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Taking the Terror out of the Terrorist: How’s That Working Out?


Muhammad Asad / ANADOLU AGENCY

Susan E. Wills - published on 02/05/15

Experts are finding better ways to fight terrorism than trying to kill every last one

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In a recent article we looked at some of the reasons why “radical” Muslims switch from being passively aggrieved to being actively involved in terrorist groups. With new and increasingly savage acts of terrorism reported almost daily, the strategy advanced by some retired generals on FoxNews — the only solution is to kill them all — hardly seems feasible.

The view that “the-only-good-terrorist-is-a dead-terrorist” is wrong on many levels. To begin with, it has been shown that recently deceased terrorists may not be “good,” all things considered. While counterterrorist military actions reduce to zero the threat of violence from the deceased jihadis, according to many terrorism experts, military action also serves as a recruiting tool, a pretext and a trigger for nonviolent radicals to become open to embracing violence as legitimate political action. In other words, every death from counterterrorist action may give birth to an unknown number of jihadis who, up to that point, had been merely disaffected radicals.

It may commonly be thought that radicalization and the willingness to commit acts of terror walk hand-in-hand down a one-way street. As noted by terrorism expert John Horgan, PhD (a U.Mass. Lowell professor and director of the Center for Terrorism and Security Studies), people often assume that terrorist groups operate like the Mafia — the only way out is “feet first.” But by interviewing captured and former terrorists, he discovered that there are many individual paths out of terrorism and quite varied reasons for disengaging.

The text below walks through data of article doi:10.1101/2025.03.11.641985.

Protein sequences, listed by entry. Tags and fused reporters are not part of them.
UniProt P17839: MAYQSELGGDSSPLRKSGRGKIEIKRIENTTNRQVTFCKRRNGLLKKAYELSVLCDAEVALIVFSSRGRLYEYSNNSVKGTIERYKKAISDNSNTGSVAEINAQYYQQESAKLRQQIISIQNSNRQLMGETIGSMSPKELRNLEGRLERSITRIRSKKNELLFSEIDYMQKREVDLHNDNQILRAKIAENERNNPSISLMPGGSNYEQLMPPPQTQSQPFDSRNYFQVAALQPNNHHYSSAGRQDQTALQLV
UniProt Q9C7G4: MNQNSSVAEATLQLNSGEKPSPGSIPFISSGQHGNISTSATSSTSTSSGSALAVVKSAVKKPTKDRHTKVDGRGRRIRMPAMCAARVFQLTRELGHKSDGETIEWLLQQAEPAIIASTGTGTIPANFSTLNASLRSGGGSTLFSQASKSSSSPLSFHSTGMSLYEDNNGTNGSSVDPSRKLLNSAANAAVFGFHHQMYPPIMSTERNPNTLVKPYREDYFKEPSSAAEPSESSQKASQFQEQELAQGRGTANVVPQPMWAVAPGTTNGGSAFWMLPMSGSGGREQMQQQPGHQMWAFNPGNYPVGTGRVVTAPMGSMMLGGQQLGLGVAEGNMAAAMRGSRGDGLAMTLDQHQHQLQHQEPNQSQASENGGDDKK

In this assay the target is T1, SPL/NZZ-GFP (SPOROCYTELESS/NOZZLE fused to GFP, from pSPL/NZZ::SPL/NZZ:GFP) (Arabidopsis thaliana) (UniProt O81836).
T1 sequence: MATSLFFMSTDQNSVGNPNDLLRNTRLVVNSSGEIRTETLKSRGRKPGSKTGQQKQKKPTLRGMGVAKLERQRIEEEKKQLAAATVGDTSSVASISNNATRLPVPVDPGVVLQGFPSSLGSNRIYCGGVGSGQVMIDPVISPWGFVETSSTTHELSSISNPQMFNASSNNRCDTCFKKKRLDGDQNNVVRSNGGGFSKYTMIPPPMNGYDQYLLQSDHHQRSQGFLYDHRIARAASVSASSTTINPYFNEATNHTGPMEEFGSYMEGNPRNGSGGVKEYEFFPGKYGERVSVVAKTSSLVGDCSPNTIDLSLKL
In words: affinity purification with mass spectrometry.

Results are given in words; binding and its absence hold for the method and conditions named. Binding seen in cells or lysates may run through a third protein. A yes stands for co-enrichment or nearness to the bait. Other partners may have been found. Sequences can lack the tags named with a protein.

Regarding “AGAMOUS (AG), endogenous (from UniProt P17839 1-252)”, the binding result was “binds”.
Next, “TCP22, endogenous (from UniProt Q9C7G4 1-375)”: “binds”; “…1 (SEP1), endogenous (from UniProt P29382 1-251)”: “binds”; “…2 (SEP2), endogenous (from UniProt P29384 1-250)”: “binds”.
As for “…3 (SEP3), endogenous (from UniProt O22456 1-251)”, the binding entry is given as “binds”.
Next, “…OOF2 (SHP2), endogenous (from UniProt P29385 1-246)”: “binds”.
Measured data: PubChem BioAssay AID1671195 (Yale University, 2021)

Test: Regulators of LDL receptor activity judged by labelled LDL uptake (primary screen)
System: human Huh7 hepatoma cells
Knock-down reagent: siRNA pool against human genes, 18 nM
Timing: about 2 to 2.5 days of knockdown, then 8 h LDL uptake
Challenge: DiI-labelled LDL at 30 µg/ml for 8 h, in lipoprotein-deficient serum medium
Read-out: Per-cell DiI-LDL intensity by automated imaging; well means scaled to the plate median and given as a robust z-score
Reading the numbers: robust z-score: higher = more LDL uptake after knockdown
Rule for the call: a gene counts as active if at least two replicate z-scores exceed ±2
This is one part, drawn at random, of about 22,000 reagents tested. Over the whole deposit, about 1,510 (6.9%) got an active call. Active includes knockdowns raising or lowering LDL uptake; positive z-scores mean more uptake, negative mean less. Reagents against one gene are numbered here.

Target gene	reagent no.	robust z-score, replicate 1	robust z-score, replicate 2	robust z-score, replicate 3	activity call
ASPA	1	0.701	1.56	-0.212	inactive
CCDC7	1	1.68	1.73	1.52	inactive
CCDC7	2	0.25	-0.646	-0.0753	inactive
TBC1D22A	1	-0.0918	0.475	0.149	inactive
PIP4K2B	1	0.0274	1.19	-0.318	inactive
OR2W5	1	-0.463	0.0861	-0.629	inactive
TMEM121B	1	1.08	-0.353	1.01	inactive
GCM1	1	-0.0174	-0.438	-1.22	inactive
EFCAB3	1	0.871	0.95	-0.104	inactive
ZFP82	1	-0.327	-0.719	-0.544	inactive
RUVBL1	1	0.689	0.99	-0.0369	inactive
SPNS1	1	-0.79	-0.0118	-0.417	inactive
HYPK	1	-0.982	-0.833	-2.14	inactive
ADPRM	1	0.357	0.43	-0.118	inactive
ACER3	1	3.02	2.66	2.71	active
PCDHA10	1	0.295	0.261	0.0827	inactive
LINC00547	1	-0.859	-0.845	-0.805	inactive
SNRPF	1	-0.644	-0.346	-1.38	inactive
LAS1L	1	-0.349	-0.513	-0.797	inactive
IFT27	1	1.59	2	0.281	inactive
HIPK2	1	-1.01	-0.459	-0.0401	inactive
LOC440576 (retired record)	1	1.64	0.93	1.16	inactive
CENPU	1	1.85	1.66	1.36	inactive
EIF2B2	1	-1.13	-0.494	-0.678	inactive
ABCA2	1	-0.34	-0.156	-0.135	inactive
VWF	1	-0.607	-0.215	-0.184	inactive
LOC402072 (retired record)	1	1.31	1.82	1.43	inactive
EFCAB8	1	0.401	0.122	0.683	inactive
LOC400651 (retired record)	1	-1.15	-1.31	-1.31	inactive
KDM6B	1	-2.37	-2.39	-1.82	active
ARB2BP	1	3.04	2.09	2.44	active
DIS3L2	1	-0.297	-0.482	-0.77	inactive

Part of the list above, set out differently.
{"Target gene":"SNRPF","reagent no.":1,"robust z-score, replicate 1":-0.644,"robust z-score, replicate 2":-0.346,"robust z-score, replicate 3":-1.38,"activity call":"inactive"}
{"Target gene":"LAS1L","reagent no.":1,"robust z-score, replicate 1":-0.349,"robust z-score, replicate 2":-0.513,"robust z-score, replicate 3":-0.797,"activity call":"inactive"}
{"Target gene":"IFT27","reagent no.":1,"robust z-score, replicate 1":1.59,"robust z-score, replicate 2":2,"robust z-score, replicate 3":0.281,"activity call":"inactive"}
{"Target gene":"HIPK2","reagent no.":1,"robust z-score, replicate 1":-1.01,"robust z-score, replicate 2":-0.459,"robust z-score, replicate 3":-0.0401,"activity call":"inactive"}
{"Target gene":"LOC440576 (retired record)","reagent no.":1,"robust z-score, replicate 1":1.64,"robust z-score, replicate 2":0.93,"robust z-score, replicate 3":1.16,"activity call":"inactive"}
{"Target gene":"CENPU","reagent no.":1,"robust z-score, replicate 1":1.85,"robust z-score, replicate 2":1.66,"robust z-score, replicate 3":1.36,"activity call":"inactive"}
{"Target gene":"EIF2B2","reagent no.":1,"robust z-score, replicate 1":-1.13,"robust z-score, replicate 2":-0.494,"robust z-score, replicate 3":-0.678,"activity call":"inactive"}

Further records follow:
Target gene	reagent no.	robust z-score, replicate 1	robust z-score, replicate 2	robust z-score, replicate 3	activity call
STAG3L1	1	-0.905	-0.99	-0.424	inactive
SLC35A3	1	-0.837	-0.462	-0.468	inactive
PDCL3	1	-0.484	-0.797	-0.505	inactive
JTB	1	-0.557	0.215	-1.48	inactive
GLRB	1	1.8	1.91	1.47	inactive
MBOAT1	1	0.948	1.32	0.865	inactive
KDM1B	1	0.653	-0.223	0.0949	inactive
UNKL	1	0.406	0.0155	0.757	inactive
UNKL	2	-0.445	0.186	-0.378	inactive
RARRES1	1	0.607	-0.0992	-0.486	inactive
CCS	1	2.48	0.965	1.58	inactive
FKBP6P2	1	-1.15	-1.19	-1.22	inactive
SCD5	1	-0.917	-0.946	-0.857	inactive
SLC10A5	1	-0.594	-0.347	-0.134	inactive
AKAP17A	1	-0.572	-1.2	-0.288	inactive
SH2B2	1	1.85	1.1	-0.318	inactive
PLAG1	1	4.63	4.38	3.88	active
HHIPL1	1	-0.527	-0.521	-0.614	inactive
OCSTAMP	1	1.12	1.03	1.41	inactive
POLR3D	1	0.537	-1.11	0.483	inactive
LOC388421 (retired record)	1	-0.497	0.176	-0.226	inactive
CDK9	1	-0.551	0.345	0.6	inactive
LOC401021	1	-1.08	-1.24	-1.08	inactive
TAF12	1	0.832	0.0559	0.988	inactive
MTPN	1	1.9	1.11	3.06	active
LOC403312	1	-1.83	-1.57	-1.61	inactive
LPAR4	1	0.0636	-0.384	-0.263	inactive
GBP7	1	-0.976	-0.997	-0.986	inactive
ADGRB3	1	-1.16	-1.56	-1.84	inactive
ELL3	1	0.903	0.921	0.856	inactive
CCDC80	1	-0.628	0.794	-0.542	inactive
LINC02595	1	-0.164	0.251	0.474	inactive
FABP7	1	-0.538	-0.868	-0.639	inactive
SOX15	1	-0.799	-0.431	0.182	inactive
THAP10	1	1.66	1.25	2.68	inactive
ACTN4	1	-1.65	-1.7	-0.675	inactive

A number of terrorist groups have forsworn violence and kept to the bargain. Examples: The Provisional Irish Republican Army (IRA) and the Ulster Volunteer Force (UVF) agreed to end “the Troubles” with a ceasefire and later decommissioning as a condition of the early release of prisoners in the Good Friday Agreement (1998). Colombia’s Reincorporation Program gives amnesty to most members of revolutionary and paramilitary groups, along with shelter, clothing, health care and vocational support after they turn in their weapons. In 2003 and 2007 two terrorist groups in Egypt renounced terrorism in separate deals with the Egyptian government, but it’s far more common for individuals to disengage, both before and after their capture.